Replace EM34 with 6E5C

This is an old article of mine from 2011. I had just then realized how expensive EM34 magic eye tubes were (and still are). I did some google things and found out that Russian 6E5C tube would be a good replacement. Back then Russia was still seen as a somewhat sensible country, not so much in 2022. Wind of change for the worst.

You can replace many western tubes with Russian equivalents. Some tube types are 1:1 drop in replacements, some requires minor modifications. For example, 6n2p-ev is a very good replacement for ECC83/12AX7, Heater wiring is different, but modification is very easy. With 6E5C indicator tube modifications are a bit more involved, but nothing too big.

Most hobbyist have noticed by now (as 2022) that EM34 indicator tube is quite rare and very expensive. And even if 6E5C is not exactly cheap anymore (it was in 2011 when this article was first written), it’s still only a fraction of a cost of EM34. Biggest difference between these tubes is the sensitivity ranges. EM34 has two different sensitivity “systems” as Phillips describes them, and 6E5C only has one. This is not a big deal in tube radios, but for some test equipment might need two sensitivity ranges. I used a Finnish ASA 597 radio as a test subject. Results were good!

All modifications must be done before any testing. If you change the tubes without modifications, something will go wrong and there will be smoke and everything and everyone would be very sad. Pictures below shows the wiring difference between these tubes.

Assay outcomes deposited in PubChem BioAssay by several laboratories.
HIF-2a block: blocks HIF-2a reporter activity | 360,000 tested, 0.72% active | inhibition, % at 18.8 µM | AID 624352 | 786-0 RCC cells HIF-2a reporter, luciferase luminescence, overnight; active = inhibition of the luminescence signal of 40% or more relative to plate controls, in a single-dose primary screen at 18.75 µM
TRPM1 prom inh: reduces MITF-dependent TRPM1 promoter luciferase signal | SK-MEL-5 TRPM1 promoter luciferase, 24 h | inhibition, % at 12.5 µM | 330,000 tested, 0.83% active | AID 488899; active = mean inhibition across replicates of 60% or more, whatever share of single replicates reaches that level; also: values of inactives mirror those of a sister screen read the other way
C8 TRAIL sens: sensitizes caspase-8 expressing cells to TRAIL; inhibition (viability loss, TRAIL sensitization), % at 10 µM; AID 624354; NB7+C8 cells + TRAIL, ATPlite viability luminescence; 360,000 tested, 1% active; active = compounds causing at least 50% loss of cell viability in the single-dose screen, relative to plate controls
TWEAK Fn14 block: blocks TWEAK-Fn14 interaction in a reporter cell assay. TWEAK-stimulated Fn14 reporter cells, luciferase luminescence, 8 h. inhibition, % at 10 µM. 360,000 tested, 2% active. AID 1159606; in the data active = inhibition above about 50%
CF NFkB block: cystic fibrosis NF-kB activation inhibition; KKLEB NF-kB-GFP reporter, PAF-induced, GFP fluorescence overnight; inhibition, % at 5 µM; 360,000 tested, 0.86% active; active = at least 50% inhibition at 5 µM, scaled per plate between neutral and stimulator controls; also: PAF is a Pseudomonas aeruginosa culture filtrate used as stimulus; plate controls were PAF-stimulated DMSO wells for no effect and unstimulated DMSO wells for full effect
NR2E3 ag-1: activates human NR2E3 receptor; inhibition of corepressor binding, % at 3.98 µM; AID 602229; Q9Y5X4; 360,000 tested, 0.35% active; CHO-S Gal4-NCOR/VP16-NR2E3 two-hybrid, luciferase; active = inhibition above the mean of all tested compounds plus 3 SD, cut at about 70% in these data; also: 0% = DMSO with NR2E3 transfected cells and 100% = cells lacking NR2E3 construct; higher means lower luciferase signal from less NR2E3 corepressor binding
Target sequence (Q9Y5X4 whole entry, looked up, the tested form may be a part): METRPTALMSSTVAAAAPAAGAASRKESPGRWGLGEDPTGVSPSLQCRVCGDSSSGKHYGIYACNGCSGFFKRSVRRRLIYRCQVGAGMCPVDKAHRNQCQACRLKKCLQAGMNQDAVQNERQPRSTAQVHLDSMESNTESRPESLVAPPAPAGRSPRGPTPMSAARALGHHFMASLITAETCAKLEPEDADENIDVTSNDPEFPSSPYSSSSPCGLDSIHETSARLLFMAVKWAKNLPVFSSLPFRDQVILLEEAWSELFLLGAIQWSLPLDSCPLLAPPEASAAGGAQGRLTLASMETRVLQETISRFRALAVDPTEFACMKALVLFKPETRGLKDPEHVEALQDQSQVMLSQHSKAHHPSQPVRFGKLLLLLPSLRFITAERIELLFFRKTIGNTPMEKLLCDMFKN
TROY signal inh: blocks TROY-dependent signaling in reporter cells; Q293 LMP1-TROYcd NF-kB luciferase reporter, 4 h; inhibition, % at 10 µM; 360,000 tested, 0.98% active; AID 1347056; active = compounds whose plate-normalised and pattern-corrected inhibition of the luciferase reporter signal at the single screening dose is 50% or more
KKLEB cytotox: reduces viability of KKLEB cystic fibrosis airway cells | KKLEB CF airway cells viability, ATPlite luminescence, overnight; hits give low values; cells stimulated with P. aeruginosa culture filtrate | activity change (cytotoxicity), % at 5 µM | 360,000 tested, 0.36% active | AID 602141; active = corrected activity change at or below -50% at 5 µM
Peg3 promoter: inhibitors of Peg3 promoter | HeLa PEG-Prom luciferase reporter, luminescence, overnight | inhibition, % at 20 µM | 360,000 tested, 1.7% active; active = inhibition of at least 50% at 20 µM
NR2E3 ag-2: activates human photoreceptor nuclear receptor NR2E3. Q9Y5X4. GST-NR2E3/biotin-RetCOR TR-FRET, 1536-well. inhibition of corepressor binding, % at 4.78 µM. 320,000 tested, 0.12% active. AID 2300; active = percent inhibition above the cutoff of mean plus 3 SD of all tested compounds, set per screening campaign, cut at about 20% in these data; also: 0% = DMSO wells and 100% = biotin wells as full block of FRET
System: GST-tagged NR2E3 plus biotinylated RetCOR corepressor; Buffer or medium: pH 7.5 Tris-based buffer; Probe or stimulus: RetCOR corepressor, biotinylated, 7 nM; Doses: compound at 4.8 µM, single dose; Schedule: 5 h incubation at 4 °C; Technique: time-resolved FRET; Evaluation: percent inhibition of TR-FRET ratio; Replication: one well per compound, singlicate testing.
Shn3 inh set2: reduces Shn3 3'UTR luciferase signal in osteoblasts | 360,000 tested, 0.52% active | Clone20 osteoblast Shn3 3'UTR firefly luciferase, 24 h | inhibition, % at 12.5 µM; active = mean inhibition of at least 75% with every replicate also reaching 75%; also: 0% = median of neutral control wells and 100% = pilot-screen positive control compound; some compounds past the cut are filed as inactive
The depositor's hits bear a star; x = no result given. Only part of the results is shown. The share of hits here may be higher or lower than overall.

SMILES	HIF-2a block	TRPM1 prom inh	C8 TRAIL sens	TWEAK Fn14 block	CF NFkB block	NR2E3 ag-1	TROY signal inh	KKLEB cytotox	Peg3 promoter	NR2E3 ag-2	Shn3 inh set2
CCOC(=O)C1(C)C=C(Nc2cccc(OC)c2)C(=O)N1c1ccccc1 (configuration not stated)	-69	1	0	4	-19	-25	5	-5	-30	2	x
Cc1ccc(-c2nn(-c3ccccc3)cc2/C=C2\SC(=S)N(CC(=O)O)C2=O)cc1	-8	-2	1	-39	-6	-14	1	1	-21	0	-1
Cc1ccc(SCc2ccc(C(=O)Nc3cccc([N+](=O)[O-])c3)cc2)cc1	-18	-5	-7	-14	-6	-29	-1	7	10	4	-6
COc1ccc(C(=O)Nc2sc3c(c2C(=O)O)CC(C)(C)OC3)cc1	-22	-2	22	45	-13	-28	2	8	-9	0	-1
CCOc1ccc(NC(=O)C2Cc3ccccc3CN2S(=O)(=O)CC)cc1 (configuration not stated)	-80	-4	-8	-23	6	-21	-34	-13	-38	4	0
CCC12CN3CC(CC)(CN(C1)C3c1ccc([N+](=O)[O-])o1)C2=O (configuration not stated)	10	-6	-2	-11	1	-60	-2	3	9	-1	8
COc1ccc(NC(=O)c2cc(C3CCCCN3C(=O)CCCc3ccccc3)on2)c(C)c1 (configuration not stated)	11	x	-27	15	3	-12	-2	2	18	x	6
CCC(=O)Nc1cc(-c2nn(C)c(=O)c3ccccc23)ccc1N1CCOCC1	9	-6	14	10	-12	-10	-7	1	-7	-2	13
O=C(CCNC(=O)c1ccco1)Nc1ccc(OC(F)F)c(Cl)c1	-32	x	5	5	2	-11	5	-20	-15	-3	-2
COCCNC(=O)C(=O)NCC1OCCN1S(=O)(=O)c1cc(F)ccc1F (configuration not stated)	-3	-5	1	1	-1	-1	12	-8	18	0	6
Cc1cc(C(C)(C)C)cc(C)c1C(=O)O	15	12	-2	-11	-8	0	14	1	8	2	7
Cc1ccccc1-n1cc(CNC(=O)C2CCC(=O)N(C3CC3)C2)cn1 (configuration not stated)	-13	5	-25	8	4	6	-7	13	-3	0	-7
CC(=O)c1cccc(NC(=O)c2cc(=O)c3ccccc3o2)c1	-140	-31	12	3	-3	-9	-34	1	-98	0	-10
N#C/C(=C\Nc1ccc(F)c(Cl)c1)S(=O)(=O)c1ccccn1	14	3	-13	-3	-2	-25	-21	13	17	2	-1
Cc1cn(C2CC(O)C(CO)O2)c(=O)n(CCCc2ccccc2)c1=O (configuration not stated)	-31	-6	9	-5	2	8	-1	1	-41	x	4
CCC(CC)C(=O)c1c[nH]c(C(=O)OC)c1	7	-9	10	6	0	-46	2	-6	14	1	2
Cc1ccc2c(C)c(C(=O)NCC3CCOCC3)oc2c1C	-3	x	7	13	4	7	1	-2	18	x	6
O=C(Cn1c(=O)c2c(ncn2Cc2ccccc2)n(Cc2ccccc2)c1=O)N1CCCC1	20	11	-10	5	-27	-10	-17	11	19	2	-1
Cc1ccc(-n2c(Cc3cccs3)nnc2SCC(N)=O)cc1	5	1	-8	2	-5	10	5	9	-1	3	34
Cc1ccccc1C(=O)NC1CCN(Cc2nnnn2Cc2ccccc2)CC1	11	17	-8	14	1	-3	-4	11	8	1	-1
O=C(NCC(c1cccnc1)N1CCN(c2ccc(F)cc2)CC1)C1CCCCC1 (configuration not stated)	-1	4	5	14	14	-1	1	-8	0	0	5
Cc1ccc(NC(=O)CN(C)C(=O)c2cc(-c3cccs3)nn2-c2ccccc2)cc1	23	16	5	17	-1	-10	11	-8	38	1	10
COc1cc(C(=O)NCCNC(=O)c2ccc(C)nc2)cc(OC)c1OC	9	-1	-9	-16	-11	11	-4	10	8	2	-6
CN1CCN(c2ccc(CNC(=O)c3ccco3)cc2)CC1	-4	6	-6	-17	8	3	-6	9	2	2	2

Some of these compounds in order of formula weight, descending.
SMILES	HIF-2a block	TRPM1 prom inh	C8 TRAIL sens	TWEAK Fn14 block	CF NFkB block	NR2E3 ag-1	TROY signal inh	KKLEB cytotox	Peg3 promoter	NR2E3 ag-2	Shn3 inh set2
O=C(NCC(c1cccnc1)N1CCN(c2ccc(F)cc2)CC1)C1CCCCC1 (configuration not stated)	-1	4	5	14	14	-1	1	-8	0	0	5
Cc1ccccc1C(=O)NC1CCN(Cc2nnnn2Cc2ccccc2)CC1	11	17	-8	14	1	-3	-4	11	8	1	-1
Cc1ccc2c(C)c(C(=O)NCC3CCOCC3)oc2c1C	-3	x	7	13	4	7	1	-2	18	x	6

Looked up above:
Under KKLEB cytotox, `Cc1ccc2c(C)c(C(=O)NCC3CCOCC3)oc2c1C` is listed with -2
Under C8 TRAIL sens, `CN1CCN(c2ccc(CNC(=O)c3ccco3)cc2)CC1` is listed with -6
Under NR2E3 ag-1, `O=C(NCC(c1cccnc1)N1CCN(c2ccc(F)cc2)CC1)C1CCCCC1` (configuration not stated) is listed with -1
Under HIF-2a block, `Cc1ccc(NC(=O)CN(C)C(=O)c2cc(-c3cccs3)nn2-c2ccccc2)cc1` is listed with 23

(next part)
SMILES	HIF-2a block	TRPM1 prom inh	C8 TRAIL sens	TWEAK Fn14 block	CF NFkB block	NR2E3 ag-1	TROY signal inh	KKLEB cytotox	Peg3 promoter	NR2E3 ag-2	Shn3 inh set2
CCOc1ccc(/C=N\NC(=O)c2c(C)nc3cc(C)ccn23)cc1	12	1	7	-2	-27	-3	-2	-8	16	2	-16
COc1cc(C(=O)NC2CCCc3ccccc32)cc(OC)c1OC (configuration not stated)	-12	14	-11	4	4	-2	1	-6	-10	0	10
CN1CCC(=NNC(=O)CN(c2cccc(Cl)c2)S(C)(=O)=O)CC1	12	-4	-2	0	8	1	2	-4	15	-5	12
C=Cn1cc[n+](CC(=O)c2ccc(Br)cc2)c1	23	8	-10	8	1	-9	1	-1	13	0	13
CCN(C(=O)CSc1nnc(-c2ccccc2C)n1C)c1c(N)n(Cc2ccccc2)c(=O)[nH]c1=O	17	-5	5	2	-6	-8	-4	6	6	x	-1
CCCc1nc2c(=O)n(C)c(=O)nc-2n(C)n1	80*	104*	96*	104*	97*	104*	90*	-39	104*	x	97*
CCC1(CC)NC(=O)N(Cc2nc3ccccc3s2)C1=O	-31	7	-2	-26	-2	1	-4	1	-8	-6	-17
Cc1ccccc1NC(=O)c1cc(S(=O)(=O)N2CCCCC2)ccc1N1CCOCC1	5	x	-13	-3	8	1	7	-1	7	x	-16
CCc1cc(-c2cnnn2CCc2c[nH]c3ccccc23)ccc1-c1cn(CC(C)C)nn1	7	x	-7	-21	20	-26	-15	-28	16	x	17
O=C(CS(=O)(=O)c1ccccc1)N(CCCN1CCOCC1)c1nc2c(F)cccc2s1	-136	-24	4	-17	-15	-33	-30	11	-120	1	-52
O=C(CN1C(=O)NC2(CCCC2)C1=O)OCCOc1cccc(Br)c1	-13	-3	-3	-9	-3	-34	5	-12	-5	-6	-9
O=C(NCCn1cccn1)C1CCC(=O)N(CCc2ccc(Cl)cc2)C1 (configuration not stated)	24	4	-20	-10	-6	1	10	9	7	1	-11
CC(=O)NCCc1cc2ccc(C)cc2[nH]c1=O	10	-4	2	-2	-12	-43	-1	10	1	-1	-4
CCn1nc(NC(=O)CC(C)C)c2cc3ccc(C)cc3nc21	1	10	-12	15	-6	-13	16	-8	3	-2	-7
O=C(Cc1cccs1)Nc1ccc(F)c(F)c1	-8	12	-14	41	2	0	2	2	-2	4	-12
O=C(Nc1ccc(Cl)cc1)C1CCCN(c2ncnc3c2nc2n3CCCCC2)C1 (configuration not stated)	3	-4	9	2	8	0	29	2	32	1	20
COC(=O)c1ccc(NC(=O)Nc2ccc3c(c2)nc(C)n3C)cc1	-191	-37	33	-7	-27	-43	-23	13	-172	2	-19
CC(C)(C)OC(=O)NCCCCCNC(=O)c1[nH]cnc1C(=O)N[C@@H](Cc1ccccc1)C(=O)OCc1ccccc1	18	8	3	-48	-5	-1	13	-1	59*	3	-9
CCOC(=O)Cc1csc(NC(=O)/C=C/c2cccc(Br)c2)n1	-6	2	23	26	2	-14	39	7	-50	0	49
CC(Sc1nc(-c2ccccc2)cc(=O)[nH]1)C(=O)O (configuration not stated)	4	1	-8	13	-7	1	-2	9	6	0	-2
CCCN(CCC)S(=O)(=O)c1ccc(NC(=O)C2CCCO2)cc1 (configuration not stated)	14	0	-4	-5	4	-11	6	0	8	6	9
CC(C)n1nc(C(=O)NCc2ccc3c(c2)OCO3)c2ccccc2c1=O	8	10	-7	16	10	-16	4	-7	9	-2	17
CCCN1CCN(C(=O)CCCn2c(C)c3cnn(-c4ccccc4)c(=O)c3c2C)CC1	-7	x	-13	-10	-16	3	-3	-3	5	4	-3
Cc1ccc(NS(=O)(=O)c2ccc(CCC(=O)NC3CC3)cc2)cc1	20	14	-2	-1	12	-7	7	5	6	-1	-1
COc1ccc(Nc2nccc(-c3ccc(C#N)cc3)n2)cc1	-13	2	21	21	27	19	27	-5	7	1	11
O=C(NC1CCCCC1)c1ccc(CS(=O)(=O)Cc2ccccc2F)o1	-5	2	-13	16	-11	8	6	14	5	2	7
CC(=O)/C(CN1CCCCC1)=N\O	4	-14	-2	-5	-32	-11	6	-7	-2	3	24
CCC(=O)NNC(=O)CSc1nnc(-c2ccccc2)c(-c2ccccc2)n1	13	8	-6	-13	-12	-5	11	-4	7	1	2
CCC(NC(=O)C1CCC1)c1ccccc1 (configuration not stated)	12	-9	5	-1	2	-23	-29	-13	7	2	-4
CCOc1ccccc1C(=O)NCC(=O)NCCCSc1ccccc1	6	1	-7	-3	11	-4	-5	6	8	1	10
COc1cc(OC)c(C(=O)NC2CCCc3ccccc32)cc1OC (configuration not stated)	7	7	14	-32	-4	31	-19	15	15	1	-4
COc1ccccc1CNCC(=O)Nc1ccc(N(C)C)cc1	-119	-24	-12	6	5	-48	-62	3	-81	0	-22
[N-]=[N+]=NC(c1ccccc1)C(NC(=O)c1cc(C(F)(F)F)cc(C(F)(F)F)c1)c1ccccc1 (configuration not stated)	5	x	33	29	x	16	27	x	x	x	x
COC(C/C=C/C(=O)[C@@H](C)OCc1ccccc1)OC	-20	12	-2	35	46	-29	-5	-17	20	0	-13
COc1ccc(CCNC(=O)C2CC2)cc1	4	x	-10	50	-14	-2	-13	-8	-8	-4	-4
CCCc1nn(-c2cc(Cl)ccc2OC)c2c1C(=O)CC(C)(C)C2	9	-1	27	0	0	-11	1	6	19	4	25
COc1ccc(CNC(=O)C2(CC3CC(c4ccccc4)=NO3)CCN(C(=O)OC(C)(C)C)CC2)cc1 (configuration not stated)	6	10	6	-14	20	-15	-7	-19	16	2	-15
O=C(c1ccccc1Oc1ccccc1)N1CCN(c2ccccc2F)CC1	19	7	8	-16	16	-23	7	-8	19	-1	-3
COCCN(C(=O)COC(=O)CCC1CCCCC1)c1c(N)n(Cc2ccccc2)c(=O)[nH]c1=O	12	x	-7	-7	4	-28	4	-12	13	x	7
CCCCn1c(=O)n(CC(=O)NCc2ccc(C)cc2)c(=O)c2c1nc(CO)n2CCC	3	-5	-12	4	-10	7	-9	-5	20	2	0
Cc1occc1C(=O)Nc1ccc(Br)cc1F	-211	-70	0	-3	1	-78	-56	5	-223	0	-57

6e5c tube schematic em34 tube schematic

If you have experience with old tube radios, you can probably make all the necessary changes from the pictures above. Most old radios are like rats nest. Horrible to work with, and sometimes it takes a lot of work just to get your hands on all the necessary components. So enough about how point to point is so easy to service and modify. It most definitely is not. So, take your time and be careful.

6e5c tube socket wiring em34 tube socket wiring

Now we have to rewire the tube socket. Pictures above are viewed from behind the sockets, or from the bottom i.e. the solder side. So, what do we have to do? As we can see from the pictures, heaters (f) and cathode (k) are in identical places. Anode of the amplification triode should be on pin 3. We will remove resistor R1 from pin 6. We will then move the triode grid (gt) from pin 4 to pin 5 and deflection surface from pin 5 to pin 6. For the resistor and capacitor values, use the ones in your radio. That’s it! Now we can test our new tube.

Like I said I used a Finnish ASA 597 radio as a test bench. It’s very basic radio and results were very good! Reflective surface of 6E5C is divided half and there are small lines between the sections. One half (180°) is always full brightness and other half has a shadow to indicate the tuning. In my radio the small lines were not exactly horizontal, so I had to adjust the bracket holding the tube. But this will of course depend on the radio you are working with. Another thing to be aware of the physical size of the tube. Russian tubes tend to be slightly larger that European counter parts. I don’t know why, and 6E5C is no exception. It’s about 4mm taller and might be a tight fit in some radios.

One last thing! It’s worth mention that sometimes radios use a slightly smaller voltage. For example, my ASA 597 had only 190 volts on anodes and there was no higher voltage available. If you can increase the voltage of EM34 up to 250 volts, it might improve the brightness. But this is of course again very much dependent on the radio you are working with.

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